While perusing the bookshelves in the mystery section of my local Barnes and Noble, I noticed an interesting trend, that of the Literary Sleuth. Mystery novels featuring Jane Austen, Dorothy Parker, Daphne du Maurier, Louisa May Alcott and Charlotte Bronte, to name just a few. Well besides being real life literary icons whose books are classics of literature, they all have a sideline as amateur sleuths (Dorothy Parker is so popular that she features in series by two different authors!).
Just perusing the back covers makes this mystery lover’s mouth water! Laura Joh Rowland gives readers the opportunity to read about the heretofore unknown Secret Adventures of Charlotte Bronte while Stephanie Barron’s Jane Austen solves mysteries while writing her novels about a small village of six or seven families. Moving across the pond, Anna Maclean’s Louisa May Alcott is a decade away from her literary success as the author of Little Women, and Dorothy Parker solves mysteries set against the glamorous back-drop of the Roaring ‘20’s New York, while matching wits with the members of the Algonquin Round Table. And then there’s Joanna Challis’ Daphne du Maurier, a young woman on the brink of life, struggling to come out from under the shadow of her famous father and grandfather.
When one really thinks about it, the idea of a literary sleuth makes perfect sense. Writers are observers by nature, they write about the human condition, the power of motivation, and the frailty of the human heart. It’s not such a large leap to make from sitting at home writing at one’s desk, to investigating murder, at least not for these ladies. It’s no coincidence that a number of literary sleuths are women. Women are seen as more sympathetic and empathetic than men.
And, after all, who would suspect an author of sleuthing? One could always pass off those rather pesky questions as research.
A literary sleuth gives the reader that built-in recognition factor; readers might pick up the book because they’re intrigued by the prospect of their favorite author solving mysteries while polishing their latest manuscript. It also brings a number of pitfalls. Not only do these writers have to craft a cracking good mystery, but they have to be true to what we think we know of the author in question. They have to capture these authors’ voice and style, not to mention the time period. It sounds just daunting just thinking about it.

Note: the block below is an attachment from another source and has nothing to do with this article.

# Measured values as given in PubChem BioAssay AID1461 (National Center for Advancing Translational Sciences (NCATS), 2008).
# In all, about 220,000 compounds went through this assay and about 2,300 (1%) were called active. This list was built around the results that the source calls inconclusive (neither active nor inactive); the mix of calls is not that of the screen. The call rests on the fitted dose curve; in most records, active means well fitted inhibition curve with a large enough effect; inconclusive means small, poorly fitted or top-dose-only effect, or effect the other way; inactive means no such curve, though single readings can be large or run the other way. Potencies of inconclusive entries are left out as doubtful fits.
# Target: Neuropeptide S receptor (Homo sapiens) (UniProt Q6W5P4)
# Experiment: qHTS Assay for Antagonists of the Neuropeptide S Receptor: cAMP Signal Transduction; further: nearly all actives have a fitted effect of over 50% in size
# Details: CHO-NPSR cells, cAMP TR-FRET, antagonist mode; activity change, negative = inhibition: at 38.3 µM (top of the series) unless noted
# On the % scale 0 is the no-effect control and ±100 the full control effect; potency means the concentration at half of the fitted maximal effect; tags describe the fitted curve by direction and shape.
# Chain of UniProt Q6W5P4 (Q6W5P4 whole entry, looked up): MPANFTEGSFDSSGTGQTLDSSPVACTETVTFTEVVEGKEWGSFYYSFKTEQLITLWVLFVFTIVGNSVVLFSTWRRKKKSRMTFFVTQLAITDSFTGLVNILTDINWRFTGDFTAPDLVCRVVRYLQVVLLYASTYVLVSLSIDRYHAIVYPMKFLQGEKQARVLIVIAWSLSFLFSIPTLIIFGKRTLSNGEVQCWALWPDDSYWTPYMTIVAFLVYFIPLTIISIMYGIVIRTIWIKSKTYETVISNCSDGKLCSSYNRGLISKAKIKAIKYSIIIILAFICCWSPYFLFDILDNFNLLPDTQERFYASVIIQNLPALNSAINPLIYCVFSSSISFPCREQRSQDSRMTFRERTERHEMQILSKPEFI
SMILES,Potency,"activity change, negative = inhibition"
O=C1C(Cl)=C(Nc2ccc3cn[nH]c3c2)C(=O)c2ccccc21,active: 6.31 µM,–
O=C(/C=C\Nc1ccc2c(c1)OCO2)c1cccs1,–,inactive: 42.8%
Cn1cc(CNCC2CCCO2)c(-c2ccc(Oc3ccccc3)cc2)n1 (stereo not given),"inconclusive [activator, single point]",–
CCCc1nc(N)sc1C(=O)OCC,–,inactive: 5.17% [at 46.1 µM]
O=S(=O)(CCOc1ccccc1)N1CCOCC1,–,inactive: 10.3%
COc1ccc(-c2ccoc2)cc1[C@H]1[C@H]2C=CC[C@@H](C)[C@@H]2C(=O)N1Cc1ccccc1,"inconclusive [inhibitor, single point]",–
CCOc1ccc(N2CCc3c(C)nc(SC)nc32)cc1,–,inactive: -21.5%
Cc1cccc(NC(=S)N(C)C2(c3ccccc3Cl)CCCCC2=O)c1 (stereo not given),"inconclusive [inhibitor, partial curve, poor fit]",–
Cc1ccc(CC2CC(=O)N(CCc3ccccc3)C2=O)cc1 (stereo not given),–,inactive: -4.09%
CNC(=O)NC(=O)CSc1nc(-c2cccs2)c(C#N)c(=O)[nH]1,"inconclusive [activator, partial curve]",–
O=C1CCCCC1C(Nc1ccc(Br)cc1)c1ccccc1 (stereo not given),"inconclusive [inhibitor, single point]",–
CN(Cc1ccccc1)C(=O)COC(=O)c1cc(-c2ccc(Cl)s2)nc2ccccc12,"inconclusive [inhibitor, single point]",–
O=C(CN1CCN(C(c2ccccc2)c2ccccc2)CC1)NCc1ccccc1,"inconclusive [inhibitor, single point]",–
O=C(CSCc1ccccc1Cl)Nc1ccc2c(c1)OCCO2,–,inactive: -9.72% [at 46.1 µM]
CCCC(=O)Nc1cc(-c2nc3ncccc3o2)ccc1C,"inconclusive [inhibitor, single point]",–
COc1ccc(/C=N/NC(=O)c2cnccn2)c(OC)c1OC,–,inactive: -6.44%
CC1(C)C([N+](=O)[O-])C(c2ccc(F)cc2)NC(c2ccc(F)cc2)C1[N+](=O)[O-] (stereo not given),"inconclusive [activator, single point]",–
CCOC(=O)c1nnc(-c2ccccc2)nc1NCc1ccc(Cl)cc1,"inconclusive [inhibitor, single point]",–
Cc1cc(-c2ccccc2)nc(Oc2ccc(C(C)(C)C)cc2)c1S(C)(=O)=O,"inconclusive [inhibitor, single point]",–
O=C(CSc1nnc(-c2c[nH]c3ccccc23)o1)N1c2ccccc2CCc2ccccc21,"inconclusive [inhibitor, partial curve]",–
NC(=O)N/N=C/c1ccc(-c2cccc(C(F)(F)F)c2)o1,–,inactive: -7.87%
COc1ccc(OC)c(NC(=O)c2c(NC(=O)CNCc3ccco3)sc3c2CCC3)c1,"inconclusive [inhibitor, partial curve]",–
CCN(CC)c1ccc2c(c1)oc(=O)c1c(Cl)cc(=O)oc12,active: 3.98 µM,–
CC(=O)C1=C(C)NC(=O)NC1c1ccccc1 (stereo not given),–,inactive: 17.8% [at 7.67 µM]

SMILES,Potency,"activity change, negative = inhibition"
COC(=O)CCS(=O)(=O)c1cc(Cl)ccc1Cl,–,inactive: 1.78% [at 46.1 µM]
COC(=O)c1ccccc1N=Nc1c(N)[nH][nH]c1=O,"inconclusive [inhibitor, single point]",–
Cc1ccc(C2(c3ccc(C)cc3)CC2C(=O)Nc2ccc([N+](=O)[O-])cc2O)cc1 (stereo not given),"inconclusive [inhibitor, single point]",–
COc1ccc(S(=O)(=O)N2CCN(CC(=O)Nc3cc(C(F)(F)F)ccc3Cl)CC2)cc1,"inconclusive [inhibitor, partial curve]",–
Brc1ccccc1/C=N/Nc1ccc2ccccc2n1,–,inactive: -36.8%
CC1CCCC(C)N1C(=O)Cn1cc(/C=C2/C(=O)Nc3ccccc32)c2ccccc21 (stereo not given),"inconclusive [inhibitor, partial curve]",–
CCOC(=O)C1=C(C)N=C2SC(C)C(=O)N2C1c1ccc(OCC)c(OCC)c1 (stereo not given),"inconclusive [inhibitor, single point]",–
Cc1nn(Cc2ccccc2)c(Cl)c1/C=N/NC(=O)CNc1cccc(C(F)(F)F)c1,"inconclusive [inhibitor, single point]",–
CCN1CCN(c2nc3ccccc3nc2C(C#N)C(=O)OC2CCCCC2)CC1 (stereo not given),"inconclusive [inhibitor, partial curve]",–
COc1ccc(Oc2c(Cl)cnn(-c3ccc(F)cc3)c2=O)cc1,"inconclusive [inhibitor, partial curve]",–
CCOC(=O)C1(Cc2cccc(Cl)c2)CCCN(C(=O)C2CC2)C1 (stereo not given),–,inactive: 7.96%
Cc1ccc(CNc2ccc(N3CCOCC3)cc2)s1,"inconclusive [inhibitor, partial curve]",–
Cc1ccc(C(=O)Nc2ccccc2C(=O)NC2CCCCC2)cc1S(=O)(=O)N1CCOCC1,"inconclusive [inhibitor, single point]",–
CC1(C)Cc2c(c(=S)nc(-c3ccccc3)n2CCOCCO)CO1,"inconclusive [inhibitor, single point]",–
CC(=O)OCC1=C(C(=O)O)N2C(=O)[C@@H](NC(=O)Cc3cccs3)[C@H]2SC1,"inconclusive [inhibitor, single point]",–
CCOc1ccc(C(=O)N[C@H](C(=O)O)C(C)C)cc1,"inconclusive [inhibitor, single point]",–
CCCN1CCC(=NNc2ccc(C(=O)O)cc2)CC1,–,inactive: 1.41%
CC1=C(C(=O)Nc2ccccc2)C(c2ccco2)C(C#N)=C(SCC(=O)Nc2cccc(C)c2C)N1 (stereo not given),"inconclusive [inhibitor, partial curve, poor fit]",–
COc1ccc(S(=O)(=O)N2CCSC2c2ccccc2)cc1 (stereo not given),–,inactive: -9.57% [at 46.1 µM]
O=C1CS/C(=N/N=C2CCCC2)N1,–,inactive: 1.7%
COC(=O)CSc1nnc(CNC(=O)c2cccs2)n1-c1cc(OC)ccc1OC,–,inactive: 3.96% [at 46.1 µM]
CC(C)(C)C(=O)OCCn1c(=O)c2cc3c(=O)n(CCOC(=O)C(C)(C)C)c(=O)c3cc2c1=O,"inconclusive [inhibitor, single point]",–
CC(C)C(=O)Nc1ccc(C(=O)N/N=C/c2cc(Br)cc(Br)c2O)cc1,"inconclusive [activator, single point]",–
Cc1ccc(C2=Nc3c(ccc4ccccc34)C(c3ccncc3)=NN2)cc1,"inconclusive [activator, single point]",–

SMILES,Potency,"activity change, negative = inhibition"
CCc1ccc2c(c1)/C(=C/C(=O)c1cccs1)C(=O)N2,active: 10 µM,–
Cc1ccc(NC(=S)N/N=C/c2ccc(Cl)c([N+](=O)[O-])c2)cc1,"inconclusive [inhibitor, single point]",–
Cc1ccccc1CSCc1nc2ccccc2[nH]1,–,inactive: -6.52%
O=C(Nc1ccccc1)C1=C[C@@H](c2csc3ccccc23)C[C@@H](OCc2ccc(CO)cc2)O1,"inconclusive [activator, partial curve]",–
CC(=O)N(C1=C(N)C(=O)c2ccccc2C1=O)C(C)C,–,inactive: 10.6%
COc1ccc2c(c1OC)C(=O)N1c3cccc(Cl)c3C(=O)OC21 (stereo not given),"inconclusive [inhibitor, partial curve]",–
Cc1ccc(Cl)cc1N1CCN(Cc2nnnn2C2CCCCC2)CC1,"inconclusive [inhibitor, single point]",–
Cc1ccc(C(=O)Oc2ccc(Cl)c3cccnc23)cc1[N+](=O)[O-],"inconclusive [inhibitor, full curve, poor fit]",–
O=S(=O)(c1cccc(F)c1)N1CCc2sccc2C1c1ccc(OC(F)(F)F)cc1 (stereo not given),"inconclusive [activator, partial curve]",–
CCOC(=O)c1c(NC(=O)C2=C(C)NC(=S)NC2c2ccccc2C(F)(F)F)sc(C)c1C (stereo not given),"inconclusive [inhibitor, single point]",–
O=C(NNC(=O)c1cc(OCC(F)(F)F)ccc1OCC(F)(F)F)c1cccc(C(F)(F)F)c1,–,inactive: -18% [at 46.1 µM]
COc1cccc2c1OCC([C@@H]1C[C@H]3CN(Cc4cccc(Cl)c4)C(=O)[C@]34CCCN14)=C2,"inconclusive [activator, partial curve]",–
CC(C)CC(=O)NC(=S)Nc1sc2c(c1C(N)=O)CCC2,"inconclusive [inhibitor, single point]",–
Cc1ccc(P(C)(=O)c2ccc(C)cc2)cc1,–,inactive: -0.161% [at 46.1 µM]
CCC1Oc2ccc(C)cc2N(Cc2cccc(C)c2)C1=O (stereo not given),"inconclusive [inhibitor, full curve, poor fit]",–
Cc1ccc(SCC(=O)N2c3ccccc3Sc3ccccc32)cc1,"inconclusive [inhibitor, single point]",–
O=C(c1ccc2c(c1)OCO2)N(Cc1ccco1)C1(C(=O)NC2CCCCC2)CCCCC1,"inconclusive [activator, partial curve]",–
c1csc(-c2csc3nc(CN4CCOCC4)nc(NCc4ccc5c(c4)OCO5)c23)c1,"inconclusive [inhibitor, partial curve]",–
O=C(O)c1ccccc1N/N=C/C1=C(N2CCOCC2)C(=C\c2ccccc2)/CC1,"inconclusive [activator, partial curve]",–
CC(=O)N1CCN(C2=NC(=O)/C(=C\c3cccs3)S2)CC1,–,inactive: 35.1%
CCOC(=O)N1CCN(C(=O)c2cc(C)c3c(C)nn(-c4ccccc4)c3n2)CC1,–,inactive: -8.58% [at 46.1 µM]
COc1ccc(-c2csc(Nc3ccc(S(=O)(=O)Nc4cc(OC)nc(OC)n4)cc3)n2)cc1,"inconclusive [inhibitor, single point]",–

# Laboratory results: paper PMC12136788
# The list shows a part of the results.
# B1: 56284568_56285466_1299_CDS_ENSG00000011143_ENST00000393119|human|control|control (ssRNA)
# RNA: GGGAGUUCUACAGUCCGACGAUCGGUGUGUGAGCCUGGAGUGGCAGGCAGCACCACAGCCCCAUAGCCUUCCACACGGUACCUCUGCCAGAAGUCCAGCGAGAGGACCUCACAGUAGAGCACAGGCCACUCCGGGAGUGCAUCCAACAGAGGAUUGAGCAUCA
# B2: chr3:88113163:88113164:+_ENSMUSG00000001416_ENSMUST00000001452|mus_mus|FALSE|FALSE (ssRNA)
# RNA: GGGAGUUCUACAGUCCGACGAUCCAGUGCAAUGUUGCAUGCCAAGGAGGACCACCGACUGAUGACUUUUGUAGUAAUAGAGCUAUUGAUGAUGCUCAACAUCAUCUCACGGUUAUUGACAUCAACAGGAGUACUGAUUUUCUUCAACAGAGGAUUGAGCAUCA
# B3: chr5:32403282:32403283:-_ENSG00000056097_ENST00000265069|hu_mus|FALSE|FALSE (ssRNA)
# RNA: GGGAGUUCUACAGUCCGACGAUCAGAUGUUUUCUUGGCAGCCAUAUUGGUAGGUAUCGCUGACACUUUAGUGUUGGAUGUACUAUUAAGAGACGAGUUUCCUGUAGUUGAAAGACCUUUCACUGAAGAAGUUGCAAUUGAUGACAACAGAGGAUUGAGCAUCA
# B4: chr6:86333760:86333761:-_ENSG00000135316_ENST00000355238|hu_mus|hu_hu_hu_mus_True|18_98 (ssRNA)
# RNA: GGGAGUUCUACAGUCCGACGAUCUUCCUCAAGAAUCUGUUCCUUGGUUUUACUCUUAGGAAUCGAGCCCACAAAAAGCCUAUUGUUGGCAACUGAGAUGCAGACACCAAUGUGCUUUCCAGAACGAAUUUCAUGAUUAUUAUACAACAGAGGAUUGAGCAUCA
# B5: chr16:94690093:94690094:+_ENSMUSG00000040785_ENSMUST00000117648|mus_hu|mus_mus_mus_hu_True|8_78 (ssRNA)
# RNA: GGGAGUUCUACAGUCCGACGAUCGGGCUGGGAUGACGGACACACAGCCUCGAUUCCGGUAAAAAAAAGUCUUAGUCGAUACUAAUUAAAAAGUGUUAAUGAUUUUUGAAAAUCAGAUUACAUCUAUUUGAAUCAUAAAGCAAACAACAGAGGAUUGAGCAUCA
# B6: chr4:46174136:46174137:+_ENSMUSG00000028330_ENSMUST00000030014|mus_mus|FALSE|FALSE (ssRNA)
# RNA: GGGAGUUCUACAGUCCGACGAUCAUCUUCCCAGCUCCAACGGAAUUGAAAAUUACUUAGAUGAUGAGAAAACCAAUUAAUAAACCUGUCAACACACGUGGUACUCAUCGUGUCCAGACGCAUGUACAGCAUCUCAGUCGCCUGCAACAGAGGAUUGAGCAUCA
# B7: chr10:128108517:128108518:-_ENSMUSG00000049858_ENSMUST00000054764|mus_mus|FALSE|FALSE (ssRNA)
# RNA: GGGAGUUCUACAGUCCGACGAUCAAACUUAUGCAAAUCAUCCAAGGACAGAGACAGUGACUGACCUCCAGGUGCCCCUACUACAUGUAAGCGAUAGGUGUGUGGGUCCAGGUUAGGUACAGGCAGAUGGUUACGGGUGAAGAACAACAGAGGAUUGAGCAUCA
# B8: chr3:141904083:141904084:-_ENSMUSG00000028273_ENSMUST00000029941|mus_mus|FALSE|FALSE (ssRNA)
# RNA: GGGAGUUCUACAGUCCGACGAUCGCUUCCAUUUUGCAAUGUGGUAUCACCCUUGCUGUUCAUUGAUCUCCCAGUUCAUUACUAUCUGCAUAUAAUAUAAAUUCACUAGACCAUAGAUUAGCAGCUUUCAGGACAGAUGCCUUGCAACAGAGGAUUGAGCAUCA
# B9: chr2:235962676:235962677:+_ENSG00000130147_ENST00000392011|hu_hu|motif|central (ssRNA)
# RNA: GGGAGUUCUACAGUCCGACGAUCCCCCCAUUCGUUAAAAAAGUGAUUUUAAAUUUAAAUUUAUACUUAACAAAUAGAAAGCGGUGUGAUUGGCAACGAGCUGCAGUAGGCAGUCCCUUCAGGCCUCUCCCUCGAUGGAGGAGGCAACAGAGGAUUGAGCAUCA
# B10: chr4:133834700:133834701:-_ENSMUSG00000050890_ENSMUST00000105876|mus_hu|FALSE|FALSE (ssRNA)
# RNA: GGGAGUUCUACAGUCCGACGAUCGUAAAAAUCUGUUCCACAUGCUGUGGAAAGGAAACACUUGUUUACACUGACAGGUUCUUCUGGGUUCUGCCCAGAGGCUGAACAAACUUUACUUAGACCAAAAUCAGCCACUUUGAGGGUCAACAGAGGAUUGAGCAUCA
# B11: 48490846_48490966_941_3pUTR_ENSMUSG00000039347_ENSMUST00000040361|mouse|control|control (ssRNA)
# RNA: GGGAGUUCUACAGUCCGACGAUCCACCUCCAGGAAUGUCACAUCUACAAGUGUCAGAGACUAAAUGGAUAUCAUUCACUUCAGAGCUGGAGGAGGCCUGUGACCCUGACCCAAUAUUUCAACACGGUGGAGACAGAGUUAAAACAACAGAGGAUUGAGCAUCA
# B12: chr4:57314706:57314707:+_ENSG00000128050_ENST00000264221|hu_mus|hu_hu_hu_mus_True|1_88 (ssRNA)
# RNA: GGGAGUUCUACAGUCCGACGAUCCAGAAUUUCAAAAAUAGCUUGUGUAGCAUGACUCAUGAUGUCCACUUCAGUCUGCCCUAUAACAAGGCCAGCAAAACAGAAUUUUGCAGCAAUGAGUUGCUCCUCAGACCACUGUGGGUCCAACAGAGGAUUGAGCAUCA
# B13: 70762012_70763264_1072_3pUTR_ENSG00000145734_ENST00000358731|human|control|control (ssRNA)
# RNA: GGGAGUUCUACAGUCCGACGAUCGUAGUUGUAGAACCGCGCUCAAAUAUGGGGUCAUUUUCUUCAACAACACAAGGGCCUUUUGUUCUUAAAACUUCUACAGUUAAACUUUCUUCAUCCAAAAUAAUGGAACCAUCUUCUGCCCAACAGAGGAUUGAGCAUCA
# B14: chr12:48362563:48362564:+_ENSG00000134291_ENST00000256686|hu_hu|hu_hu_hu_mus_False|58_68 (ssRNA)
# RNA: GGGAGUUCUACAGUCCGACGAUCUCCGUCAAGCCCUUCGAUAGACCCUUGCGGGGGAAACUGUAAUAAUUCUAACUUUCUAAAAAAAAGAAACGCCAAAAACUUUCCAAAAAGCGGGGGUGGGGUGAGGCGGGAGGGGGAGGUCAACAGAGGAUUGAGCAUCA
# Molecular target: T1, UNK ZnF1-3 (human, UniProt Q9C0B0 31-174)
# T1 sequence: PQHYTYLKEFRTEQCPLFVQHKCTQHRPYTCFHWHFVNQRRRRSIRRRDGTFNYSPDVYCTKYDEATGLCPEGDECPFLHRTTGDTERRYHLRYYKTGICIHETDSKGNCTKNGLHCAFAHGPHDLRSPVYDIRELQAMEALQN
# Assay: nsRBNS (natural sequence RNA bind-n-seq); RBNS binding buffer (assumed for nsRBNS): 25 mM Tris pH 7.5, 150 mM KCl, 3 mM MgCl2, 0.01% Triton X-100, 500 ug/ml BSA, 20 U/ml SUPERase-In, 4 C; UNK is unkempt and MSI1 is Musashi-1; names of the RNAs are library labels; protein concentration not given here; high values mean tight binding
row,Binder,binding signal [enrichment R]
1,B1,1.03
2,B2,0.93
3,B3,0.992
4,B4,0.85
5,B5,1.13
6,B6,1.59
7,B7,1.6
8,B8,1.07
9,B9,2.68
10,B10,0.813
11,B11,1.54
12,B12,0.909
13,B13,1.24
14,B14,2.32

It made me wonder what other literary icons would make great literary sleuths. Here are my top 5 choices:
• Margaret Mitchell – It took Mitchell ten years to write and polish her only novel Gone with the Wind, but what else was she doing during that time? Using her skills as a former journalist to solve mysteries perhaps?
• Simone de Beauvoir and Jean Paul Sartre – In between holding court various cafes on the Left Bank Paris, smoking gitanes, and debating existentialism, perhaps France’s most famous literary couple spent their time sniffing out conspiracies, and helping out the French secret service.
• Elinor Glyn – The red-haired, green-eyed author was known for her erotic novels like Three Weeks, and popularizing the concept of “It.” During her lifetime, she knew everyone who was anyone in not just Edwardian high society but also 1920’s Hollywood celebs. And her sister was the couturier Lucile! Imagine what mysteries Elinor could solve while attending country house parties or hobnobbing in California with Charlie Chaplin!
• George Sand – There aren’t many mystery series are set in 19th century France which is why I nominate George Sand as my number one choice for detective. Ah, one can easily envisage Sand, striding through the streets of Paris dressed like a man, with Frederic Chopin as her tubercular Watson, with a supporting cast of characters including Victor Hugo, and Alfred de Musset.
• Zelda and F. Scott Fitzgerald – A real life version of Dashiell Hammett’s Nick and Nora Charles would be a great addition to the recent spate of mysteries set during the 1920’s. Yes, F. Scott spent a great deal of the time hammered, but a skillful writer could find a way over that hurdle.
Elizabeth Kerri Mahon loves to write about Scandalous Women & the men that loved them. Her first book, Scandalous Women, was published by Perigee Books in March 2011. Visit her at scandalouswoman.blogspot.com.